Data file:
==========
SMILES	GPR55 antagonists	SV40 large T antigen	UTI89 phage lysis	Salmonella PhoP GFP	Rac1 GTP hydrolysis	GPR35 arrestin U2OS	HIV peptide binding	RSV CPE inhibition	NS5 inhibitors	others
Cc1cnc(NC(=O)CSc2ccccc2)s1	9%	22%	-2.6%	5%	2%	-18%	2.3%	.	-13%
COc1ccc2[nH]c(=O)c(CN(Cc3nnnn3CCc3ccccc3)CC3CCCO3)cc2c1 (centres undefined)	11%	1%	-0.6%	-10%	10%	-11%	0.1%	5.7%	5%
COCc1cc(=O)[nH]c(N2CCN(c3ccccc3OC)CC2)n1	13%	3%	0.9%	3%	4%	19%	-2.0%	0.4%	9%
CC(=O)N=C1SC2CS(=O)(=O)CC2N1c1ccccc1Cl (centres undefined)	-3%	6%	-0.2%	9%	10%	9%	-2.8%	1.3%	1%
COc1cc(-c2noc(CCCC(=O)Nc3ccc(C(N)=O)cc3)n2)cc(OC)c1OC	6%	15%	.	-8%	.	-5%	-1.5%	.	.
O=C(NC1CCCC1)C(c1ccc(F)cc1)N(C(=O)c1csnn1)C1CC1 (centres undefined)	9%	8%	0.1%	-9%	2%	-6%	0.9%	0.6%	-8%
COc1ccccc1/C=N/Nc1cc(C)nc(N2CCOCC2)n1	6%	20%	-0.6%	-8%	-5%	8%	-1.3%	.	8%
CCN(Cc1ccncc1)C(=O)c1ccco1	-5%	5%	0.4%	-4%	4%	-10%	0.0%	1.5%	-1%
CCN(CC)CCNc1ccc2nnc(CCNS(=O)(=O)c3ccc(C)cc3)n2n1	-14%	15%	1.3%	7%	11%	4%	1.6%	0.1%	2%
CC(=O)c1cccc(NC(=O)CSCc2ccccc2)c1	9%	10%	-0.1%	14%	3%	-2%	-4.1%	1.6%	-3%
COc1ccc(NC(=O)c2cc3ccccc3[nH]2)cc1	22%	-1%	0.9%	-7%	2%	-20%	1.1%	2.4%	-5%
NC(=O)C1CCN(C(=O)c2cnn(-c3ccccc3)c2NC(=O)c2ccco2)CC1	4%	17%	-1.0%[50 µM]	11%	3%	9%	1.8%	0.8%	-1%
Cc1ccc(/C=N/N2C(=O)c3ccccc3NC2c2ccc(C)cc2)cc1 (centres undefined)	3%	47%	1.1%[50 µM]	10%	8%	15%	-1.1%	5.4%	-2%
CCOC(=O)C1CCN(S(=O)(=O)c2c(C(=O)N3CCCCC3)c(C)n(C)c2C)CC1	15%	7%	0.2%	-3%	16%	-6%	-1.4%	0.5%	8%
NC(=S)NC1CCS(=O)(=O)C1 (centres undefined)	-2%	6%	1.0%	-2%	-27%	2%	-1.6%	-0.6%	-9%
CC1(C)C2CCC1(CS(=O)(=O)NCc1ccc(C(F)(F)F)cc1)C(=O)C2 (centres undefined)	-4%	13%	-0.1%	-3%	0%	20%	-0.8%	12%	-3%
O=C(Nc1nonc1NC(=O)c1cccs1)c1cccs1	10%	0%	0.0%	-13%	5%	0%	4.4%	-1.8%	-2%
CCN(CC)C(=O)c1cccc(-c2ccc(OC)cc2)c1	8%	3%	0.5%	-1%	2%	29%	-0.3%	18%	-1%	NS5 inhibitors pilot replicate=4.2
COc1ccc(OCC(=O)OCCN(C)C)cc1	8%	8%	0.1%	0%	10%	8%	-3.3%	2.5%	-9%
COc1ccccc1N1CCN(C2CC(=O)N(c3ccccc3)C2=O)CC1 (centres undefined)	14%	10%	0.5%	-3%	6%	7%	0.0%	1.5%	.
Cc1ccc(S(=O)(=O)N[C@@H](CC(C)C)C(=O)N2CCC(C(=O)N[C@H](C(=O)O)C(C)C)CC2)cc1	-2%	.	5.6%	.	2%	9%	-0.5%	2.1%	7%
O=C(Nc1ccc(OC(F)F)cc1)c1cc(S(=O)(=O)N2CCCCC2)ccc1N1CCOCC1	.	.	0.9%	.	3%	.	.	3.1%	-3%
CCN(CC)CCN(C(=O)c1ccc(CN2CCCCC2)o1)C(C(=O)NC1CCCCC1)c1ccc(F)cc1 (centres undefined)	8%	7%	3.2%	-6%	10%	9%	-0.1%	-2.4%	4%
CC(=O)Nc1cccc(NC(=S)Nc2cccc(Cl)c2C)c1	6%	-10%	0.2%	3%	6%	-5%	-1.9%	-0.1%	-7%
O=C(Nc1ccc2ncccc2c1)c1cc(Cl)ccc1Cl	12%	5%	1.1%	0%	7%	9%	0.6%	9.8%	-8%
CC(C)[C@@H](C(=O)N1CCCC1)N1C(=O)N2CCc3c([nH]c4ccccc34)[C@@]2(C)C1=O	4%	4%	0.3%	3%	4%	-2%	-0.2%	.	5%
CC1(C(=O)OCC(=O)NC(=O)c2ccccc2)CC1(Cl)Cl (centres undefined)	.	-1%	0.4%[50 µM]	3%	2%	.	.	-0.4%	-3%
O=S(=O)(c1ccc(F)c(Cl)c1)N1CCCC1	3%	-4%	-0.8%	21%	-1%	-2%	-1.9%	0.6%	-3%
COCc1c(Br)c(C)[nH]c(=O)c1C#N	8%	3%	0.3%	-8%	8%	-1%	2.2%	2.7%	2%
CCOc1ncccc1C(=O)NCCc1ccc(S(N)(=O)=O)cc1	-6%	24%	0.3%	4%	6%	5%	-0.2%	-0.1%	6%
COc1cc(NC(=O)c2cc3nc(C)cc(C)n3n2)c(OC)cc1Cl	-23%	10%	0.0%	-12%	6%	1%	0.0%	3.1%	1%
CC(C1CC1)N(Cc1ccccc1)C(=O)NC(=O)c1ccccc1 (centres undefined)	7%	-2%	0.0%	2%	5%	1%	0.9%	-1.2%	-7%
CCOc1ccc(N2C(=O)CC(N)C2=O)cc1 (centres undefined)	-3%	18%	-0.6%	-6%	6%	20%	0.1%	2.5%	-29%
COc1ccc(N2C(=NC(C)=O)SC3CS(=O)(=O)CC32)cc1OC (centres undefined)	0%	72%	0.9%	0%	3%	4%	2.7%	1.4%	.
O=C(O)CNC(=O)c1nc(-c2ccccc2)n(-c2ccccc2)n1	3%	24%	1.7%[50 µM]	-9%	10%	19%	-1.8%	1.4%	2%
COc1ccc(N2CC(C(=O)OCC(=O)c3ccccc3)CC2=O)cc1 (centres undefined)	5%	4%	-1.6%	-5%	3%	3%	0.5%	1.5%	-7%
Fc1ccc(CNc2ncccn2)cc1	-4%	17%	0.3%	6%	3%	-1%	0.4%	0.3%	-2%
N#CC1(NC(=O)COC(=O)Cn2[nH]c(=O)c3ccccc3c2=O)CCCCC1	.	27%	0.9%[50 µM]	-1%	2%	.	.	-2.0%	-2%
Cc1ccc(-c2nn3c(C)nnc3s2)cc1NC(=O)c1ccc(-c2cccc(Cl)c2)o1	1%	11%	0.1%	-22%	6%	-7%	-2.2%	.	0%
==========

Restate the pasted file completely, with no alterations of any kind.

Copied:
SMILES	GPR55 antagonists	SV40 large T antigen	UTI89 phage lysis	Salmonella PhoP GFP	Rac1 GTP hydrolysis	GPR35 arrestin U2OS	HIV peptide binding	RSV CPE inhibition	NS5 inhibitors	others
Cc1cnc(NC(=O)CSc2ccccc2)s1	9%	22%	-2.6%	5%	2%	-18%	2.3%	.	-13%
COc1ccc2[nH]c(=O)c(CN(Cc3nnnn3CCc3ccccc3)CC3CCCO3)cc2c1 (centres undefined)	11%	1%	-0.6%	-10%	10%	-11%	0.1%	5.7%	5%
COCc1cc(=O)[nH]c(N2CCN(c3ccccc3OC)CC2)n1	13%	3%	0.9%	3%	4%	19%	-2.0%	0.4%	9%
CC(=O)N=C1SC2CS(=O)(=O)CC2N1c1ccccc1Cl (centres undefined)	-3%	6%	-0.2%	9%	10%	9%	-2.8%	1.3%	1%
COc1cc(-c2noc(CCCC(=O)Nc3ccc(C(N)=O)cc3)n2)cc(OC)c1OC	6%	15%	.	-8%	.	-5%	-1.5%	.	.
O=C(NC1CCCC1)C(c1ccc(F)cc1)N(C(=O)c1csnn1)C1CC1 (centres undefined)	9%	8%	0.1%	-9%	2%	-6%	0.9%	0.6%	-8%
COc1ccccc1/C=N/Nc1cc(C)nc(N2CCOCC2)n1	6%	20%	-0.6%	-8%	-5%	8%	-1.3%	.	8%
CCN(Cc1ccncc1)C(=O)c1ccco1	-5%	5%	0.4%	-4%	4%	-10%	0.0%	1.5%	-1%
CCN(CC)CCNc1ccc2nnc(CCNS(=O)(=O)c3ccc(C)cc3)n2n1	-14%	15%	1.3%	7%	11%	4%	1.6%	0.1%	2%
CC(=O)c1cccc(NC(=O)CSCc2ccccc2)c1	9%	10%	-0.1%	14%	3%	-2%	-4.1%	1.6%	-3%
COc1ccc(NC(=O)c2cc3ccccc3[nH]2)cc1	22%	-1%	0.9%	-7%	2%	-20%	1.1%	2.4%	-5%
NC(=O)C1CCN(C(=O)c2cnn(-c3ccccc3)c2NC(=O)c2ccco2)CC1	4%	17%	-1.0%[50 µM]	11%	3%	9%	1.8%	0.8%	-1%
Cc1ccc(/C=N/N2C(=O)c3ccccc3NC2c2ccc(C)cc2)cc1 (centres undefined)	3%	47%	1.1%[50 µM]	10%	8%	15%	-1.1%	5.4%	-2%
CCOC(=O)C1CCN(S(=O)(=O)c2c(C(=O)N3CCCCC3)c(C)n(C)c2C)CC1	15%	7%	0.2%	-3%	16%	-6%	-1.4%	0.5%	8%
NC(=S)NC1CCS(=O)(=O)C1 (centres undefined)	-2%	6%	1.0%	-2%	-27%	2%	-1.6%	-0.6%	-9%
CC1(C)C2CCC1(CS(=O)(=O)NCc1ccc(C(F)(F)F)cc1)C(=O)C2 (centres undefined)	-4%	13%	-0.1%	-3%	0%	20%	-0.8%	12%	-3%
O=C(Nc1nonc1NC(=O)c1cccs1)c1cccs1	10%	0%	0.0%	-13%	5%	0%	4.4%	-1.8%	-2%
CCN(CC)C(=O)c1cccc(-c2ccc(OC)cc2)c1	8%	3%	0.5%	-1%	2%	29%	-0.3%	18%	-1%	NS5 inhibitors pilot replicate=4.2
COc1ccc(OCC(=O)OCCN(C)C)cc1	8%	8%	0.1%	0%	10%	8%	-3.3%	2.5%	-9%
COc1ccccc1N1CCN(C2CC(=O)N(c3ccccc3)C2=O)CC1 (centres undefined)	14%	10%	0.5%	-3%	6%	7%	0.0%	1.5%	.
Cc1ccc(S(=O)(=O)N[C@@H](CC(C)C)C(=O)N2CCC(C(=O)N[C@H](C(=O)O)C(C)C)CC2)cc1	-2%	.	5.6%	.	2%	9%	-0.5%	2.1%	7%
O=C(Nc1ccc(OC(F)F)cc1)c1cc(S(=O)(=O)N2CCCCC2)ccc1N1CCOCC1	.	.	0.9%	.	3%	.	.	3.1%	-3%
CCN(CC)CCN(C(=O)c1ccc(CN2CCCCC2)o1)C(C(=O)NC1CCCCC1)c1ccc(F)cc1 (centres undefined)	8%	7%	3.2%	-6%	10%	9%	-0.1%	-2.4%	4%
CC(=O)Nc1cccc(NC(=S)Nc2cccc(Cl)c2C)c1	6%	-10%	0.2%	3%	6%	-5%	-1.9%	-0.1%	-7%
O=C(Nc1ccc2ncccc2c1)c1cc(Cl)ccc1Cl	12%	5%	1.1%	0%	7%	9%	0.6%	9.8%	-8%
CC(C)[C@@H](C(=O)N1CCCC1)N1C(=O)N2CCc3c([nH]c4ccccc34)[C@@]2(C)C1=O	4%	4%	0.3%	3%	4%	-2%	-0.2%	.	5%
CC1(C(=O)OCC(=O)NC(=O)c2ccccc2)CC1(Cl)Cl (centres undefined)	.	-1%	0.4%[50 µM]	3%	2%	.	.	-0.4%	-3%
O=S(=O)(c1ccc(F)c(Cl)c1)N1CCCC1	3%	-4%	-0.8%	21%	-1%	-2%	-1.9%	0.6%	-3%
COCc1c(Br)c(C)[nH]c(=O)c1C#N	8%	3%	0.3%	-8%	8%	-1%	2.2%	2.7%	2%
CCOc1ncccc1C(=O)NCCc1ccc(S(N)(=O)=O)cc1	-6%	24%	0.3%	4%	6%	5%	-0.2%	-0.1%	6%
COc1cc(NC(=O)c2cc3nc(C)cc(C)n3n2)c(OC)cc1Cl	-23%	10%	0.0%	-12%	6%	1%	0.0%	3.1%	1%
CC(C1CC1)N(Cc1ccccc1)C(=O)NC(=O)c1ccccc1 (centres undefined)	7%	-2%	0.0%	2%	5%	1%	0.9%	-1.2%	-7%
CCOc1ccc(N2C(=O)CC(N)C2=O)cc1 (centres undefined)	-3%	18%	-0.6%	-6%	6%	20%	0.1%	2.5%	-29%
COc1ccc(N2C(=NC(C)=O)SC3CS(=O)(=O)CC32)cc1OC (centres undefined)	0%	72%	0.9%	0%	3%	4%	2.7%	1.4%	.
O=C(O)CNC(=O)c1nc(-c2ccccc2)n(-c2ccccc2)n1	3%	24%	1.7%[50 µM]	-9%	10%	19%	-1.8%	1.4%	2%
COc1ccc(N2CC(C(=O)OCC(=O)c3ccccc3)CC2=O)cc1 (centres undefined)	5%	4%	-1.6%	-5%	3%	3%	0.5%	1.5%	-7%
Fc1ccc(CNc2ncccn2)cc1	-4%	17%	0.3%	6%	3%	-1%	0.4%	0.3%	-2%
N#CC1(NC(=O)COC(=O)Cn2[nH]c(=O)c3ccccc3c2=O)CCCCC1	.	27%	0.9%[50 µM]	-1%	2%	.	.	-2.0%	-2%
Cc1ccc(-c2nn3c(C)nnc3s2)cc1NC(=O)c1ccc(-c2cccc(Cl)c2)o1	1%	11%	0.1%	-22%	6%	-7%	-2.2%	.	0%